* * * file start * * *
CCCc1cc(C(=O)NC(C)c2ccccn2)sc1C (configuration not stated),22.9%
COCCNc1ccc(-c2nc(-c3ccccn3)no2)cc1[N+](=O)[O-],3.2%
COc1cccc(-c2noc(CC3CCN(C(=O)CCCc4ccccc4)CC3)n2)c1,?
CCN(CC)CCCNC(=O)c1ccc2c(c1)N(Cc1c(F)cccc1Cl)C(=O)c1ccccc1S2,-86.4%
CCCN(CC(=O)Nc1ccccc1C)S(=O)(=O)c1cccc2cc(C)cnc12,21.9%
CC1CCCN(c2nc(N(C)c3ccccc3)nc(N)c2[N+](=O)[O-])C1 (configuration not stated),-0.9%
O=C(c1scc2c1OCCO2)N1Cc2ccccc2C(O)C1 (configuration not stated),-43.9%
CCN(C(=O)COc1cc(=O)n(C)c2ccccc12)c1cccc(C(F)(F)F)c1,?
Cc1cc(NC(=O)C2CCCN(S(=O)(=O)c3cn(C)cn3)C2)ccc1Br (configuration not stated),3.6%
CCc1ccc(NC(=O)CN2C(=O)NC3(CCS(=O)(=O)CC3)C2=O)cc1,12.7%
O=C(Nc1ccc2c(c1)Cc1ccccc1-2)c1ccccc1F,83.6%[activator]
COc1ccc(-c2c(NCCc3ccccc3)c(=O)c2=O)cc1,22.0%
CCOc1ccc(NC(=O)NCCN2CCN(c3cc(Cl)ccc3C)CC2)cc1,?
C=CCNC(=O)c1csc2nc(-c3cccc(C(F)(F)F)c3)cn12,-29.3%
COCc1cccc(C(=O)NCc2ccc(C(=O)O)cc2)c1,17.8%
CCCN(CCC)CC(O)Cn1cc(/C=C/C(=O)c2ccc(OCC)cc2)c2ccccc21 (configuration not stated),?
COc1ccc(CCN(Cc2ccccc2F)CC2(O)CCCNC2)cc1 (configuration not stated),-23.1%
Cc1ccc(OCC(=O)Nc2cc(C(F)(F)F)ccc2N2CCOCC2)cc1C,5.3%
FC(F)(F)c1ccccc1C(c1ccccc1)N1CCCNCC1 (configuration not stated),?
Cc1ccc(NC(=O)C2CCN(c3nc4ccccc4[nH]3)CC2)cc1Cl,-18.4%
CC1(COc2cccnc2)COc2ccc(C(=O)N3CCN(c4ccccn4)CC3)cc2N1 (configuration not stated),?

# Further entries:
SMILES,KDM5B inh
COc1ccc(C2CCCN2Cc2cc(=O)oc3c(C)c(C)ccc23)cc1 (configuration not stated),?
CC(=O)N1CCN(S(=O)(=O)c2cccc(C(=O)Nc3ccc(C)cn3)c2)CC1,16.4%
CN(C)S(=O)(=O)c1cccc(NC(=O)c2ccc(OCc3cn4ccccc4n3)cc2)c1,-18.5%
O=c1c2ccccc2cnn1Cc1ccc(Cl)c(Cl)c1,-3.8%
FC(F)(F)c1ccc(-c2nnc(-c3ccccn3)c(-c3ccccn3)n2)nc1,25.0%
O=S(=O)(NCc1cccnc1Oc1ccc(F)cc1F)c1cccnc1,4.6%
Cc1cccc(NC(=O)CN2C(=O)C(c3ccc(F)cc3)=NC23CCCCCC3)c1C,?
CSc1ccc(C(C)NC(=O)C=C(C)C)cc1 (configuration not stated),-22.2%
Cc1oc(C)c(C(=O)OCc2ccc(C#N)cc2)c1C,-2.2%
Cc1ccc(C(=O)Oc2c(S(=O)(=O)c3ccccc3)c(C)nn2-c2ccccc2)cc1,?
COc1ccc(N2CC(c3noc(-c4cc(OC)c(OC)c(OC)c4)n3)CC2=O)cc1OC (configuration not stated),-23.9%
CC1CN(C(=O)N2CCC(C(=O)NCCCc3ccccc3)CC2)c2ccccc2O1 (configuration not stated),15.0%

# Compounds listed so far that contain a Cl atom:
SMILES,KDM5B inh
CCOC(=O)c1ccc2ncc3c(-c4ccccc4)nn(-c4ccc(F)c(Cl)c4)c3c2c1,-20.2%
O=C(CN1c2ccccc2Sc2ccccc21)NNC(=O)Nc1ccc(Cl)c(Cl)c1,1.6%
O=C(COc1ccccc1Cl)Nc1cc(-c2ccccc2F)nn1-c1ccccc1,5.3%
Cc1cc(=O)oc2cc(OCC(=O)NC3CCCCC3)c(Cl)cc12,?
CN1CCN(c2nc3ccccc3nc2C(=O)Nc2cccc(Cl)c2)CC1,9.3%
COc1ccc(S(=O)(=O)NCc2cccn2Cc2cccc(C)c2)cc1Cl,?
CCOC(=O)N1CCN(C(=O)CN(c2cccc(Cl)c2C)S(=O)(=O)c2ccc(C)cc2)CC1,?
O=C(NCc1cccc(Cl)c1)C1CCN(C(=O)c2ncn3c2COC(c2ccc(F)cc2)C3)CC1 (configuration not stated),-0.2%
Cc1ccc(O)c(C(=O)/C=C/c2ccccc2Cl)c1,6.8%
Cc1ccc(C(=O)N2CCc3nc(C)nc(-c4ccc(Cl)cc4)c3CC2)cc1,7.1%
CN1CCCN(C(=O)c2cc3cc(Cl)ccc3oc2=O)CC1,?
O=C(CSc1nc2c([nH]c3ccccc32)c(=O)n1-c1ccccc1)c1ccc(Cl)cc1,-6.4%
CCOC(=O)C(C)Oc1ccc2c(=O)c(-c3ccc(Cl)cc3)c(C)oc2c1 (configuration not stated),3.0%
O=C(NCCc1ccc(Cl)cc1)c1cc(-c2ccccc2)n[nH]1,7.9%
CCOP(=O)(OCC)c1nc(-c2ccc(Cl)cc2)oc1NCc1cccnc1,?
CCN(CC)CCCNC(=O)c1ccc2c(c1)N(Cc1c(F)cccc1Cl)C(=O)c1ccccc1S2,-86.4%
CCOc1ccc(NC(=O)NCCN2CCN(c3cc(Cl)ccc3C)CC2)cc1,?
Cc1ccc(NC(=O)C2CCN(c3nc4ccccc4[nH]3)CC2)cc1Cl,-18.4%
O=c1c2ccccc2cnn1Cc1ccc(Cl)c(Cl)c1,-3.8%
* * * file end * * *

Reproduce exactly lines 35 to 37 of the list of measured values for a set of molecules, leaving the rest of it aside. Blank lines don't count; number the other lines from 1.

CC1CN(C(=O)N2CCC(C(=O)NCCCc3ccccc3)CC2)c2ccccc2O1 (configuration not stated),15.0%

# Compounds listed so far that contain a Cl atom:
SMILES,KDM5B inh